Body blow to Garrett County Big job loss: Bausch & Lomb departure staggers already poor community.

January 13, 1996

IT WAS A STUNNING BLOW to folks in Garrett County, Maryland's western-most subdivision. Bausch & Lomb, the area's largest employer, announced it was shutting its 25-year-old plant in Oakland by the end of the year. That means a loss of 600 good-paying jobs in a town of only 1,700 residents. The company's contribution to the local economy nearly equals the entire county budget.

Oakland's mayor said he was in "disbelief." There was no advance warning, no time for a counter-offer. Bausch and Lomb is struggling. Its CEO was forced out; an interim boss ordered a big restructuring. Instead of manufacturing sunglasses piecemeal -- the lenses in Oakland, the frames in Rochester, N.Y., the assembly in San Antonio -- the company is consolidating U.S. operations in Texas.

That may be a wise corporate decision, but for Garrett County it is devastating. This rural subdivision is the second poorest in the state (after Somerset County) and the fourth smallest in population (28,000). It is heavily dependent upon the unpredictable skiing industry. Big snowfalls this winter have made it a banner skiing season. But next winter may be a bust.

Bausch & Lomb gave the county 600 dependable jobs, with good pay. That will be hard to replace. Finding a tenant for the company's 180,00-square-foot plant in rural Appalachia will require enormous salesmanship.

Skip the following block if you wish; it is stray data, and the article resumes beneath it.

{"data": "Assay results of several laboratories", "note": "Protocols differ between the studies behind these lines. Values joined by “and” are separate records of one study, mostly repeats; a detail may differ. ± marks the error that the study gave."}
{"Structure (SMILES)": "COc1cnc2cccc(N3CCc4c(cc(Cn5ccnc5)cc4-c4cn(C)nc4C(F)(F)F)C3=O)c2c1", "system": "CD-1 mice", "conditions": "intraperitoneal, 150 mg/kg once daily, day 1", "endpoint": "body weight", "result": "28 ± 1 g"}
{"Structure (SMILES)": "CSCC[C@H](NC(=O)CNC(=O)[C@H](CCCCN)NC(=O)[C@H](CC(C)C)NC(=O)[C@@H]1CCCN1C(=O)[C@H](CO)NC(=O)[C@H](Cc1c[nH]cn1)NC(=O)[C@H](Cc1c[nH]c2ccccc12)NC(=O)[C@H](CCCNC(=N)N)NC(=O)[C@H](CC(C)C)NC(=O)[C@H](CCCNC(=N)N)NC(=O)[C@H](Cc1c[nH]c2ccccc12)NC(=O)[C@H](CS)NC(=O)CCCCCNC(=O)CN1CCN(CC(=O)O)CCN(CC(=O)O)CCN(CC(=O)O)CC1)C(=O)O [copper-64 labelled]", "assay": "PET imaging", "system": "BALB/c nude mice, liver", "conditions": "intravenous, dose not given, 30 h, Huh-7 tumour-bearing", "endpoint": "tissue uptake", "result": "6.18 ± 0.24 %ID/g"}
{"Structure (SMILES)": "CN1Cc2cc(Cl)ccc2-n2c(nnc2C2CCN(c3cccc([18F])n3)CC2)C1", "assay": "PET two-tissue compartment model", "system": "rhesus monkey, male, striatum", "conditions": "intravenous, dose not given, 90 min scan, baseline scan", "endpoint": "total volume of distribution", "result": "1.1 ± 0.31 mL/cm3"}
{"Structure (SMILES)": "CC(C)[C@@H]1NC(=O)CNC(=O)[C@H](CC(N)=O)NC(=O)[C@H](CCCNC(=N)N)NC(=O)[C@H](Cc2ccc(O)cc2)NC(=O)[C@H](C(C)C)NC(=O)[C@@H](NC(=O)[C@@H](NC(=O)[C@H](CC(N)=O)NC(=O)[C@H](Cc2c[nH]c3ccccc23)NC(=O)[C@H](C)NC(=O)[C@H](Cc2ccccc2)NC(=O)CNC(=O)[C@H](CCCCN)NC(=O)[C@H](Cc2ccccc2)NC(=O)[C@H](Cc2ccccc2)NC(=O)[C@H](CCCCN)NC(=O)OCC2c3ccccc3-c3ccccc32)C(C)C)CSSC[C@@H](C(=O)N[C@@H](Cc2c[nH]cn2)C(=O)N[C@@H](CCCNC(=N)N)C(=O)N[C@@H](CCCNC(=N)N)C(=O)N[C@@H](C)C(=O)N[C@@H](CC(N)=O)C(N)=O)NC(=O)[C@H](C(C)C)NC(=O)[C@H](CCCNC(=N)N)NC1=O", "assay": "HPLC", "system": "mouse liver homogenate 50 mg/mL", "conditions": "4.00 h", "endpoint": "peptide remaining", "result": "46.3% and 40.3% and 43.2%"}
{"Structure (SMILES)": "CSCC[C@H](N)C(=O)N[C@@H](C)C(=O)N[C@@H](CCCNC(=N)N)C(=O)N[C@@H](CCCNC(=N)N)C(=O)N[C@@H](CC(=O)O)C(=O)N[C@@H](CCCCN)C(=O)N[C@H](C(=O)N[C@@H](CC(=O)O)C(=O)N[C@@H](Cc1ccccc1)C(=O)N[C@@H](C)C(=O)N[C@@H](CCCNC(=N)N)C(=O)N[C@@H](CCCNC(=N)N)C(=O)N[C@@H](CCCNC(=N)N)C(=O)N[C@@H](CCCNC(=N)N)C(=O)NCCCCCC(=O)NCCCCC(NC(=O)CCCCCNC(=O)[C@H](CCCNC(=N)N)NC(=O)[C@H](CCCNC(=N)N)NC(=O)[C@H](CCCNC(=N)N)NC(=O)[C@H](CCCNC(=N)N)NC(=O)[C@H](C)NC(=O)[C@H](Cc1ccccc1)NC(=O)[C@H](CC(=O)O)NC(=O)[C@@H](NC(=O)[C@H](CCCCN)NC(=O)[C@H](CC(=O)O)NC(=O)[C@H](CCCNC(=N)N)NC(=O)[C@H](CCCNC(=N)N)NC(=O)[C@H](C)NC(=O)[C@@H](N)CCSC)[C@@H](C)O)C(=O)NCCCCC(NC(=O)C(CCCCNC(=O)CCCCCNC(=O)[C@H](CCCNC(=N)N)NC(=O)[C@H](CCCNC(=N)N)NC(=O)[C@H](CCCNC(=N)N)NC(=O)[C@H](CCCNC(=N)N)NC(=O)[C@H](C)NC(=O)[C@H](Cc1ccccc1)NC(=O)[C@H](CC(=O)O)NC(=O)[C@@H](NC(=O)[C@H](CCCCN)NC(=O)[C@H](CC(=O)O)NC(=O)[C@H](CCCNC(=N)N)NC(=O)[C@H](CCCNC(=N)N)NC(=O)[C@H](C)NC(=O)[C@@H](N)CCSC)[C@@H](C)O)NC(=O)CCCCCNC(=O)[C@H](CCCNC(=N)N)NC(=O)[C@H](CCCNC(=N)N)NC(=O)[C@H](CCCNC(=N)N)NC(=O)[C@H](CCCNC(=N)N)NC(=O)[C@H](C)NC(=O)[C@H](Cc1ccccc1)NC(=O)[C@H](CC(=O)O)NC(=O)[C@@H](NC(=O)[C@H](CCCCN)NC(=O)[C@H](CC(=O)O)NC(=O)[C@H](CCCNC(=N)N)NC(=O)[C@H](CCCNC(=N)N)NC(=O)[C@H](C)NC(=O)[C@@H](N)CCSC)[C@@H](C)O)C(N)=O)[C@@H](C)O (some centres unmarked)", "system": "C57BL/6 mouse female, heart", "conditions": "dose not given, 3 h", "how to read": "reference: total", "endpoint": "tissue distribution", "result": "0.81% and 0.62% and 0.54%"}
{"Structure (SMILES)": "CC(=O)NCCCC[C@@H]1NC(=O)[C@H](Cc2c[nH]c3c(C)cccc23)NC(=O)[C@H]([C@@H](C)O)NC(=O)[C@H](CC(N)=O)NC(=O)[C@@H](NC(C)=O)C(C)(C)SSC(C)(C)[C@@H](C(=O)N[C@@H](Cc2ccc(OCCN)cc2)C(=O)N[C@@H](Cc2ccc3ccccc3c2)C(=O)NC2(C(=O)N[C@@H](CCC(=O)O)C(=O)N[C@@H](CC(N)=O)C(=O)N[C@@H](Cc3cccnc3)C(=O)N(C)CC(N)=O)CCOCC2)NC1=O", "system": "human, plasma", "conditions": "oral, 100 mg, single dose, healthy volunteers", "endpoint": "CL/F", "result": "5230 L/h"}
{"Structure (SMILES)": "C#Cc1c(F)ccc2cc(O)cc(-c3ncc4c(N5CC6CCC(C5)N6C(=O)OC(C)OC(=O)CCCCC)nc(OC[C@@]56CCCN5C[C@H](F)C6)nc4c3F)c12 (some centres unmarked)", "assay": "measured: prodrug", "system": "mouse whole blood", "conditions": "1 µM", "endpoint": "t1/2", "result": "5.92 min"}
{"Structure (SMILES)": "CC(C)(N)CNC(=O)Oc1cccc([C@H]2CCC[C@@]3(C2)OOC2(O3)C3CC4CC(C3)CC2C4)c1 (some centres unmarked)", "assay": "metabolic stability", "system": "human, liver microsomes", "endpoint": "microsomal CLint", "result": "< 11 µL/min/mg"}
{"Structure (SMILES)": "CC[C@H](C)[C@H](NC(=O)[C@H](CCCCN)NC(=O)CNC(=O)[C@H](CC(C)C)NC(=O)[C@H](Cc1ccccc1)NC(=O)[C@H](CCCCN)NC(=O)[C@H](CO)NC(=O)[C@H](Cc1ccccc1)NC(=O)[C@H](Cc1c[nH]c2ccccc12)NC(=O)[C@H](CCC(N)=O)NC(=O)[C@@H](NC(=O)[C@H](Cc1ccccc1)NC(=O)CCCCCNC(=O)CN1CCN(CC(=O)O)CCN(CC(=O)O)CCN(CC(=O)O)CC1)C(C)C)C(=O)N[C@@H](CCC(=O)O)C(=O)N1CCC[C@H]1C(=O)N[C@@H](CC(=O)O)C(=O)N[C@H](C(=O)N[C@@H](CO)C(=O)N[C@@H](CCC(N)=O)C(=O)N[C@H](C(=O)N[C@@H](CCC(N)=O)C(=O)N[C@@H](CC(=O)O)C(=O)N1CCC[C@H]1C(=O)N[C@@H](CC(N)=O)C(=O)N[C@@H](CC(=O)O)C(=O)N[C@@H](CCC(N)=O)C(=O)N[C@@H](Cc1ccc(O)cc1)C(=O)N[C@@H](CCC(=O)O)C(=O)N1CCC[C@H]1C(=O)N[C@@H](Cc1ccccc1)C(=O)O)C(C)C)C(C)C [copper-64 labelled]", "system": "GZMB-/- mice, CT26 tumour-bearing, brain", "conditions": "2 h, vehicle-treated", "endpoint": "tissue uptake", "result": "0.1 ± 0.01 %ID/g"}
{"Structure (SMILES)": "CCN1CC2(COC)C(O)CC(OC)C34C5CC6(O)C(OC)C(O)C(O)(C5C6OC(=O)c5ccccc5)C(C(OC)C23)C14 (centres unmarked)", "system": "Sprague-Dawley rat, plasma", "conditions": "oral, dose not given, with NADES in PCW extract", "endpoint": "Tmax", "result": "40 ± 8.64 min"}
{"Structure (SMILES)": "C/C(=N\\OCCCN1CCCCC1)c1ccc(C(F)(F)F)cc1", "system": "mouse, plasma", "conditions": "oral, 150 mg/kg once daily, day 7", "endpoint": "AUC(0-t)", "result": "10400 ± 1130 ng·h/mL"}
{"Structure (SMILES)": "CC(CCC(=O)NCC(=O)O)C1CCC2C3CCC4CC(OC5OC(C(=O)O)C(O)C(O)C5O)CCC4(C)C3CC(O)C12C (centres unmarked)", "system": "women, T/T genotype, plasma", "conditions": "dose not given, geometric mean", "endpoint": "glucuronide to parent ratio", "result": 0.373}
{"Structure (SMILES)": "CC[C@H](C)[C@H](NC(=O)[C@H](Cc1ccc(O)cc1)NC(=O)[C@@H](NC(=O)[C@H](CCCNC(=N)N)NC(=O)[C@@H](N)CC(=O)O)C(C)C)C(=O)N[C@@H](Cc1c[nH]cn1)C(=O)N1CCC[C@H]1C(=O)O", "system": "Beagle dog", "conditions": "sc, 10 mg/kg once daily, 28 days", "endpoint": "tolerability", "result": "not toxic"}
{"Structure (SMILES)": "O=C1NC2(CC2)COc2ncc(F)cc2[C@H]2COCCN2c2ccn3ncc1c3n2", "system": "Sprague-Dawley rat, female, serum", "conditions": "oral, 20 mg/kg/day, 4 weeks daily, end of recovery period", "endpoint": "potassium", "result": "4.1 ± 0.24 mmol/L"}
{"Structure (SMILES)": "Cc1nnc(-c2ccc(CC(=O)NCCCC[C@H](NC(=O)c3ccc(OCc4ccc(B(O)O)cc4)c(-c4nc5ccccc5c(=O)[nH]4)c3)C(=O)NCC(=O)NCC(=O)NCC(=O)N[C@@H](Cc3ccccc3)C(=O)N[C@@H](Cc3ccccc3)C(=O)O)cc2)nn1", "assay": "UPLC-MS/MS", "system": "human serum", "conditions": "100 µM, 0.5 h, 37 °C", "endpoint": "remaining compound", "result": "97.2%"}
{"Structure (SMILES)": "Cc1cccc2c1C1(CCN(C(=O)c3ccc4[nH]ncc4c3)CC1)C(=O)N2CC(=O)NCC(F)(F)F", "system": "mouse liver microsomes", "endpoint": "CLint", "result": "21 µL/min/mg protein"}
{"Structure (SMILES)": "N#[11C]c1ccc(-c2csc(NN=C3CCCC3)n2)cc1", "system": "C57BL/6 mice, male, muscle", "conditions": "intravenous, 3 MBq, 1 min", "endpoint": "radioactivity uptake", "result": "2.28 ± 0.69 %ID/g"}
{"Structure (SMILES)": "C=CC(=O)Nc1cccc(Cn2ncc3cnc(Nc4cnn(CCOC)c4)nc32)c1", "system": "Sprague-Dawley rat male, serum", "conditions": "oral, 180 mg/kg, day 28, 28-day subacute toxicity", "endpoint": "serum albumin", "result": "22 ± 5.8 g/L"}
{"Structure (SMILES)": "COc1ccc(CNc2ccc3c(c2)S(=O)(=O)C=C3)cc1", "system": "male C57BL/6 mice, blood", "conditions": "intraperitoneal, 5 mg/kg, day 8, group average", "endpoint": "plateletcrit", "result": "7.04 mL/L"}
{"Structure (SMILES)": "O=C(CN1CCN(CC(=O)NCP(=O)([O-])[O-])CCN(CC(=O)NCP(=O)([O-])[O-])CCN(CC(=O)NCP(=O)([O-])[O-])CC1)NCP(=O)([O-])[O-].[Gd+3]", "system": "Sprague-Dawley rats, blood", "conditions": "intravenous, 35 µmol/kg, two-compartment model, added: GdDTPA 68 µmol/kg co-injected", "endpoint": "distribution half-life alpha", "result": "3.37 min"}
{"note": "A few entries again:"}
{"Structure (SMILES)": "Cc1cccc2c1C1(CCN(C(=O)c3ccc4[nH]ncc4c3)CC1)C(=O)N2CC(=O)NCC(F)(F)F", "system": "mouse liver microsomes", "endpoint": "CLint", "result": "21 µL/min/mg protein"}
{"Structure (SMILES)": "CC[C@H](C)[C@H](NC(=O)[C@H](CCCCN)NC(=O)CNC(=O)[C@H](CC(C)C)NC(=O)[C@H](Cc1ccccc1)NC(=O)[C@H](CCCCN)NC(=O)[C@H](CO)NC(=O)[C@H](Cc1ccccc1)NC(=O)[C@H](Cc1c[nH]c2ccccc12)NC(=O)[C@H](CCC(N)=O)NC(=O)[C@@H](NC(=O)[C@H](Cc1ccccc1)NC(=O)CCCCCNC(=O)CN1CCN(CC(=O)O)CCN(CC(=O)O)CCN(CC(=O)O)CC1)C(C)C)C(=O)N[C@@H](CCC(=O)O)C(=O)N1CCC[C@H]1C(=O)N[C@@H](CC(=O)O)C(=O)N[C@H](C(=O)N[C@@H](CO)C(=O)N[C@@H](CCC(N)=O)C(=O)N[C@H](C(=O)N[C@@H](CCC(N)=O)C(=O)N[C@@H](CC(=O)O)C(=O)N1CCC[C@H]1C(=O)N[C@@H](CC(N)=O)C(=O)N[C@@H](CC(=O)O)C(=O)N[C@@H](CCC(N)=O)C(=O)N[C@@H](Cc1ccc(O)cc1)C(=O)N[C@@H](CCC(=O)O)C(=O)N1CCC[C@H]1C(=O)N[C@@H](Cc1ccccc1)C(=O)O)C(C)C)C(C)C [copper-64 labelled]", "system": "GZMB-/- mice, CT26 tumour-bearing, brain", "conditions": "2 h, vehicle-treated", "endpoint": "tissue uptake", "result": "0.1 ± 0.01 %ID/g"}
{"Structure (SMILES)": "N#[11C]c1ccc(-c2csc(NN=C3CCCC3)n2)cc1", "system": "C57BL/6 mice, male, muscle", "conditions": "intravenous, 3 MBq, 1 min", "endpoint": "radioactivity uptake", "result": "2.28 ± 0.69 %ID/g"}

It will also take some of the tools Gov. Parris Glendening is seeking from the General Assembly. Job-linked tax credits would give a company a big reason to move into the vacant plant -- perhaps as much as $600,000 in tax breaks. Tax incentives for companies locating in areas with high unemployment would also make the Oakland site more appealing.

The job loss underlines the importance of focusing more attention on the state's tourism industry. Western Maryland, in particular, holds vast potential. A commitment from state leaders to zero in on that part of the state could yield some benefits rather quickly.

Still, shop owners and banks in Oakland are in for a rough year or two. But with determination and a strong financial boost from the state to find a new employer, Garrett County should come through this crisis. Western Marylanders are hardy folks, with a "can do " attitude. They will need it in the months aheads.

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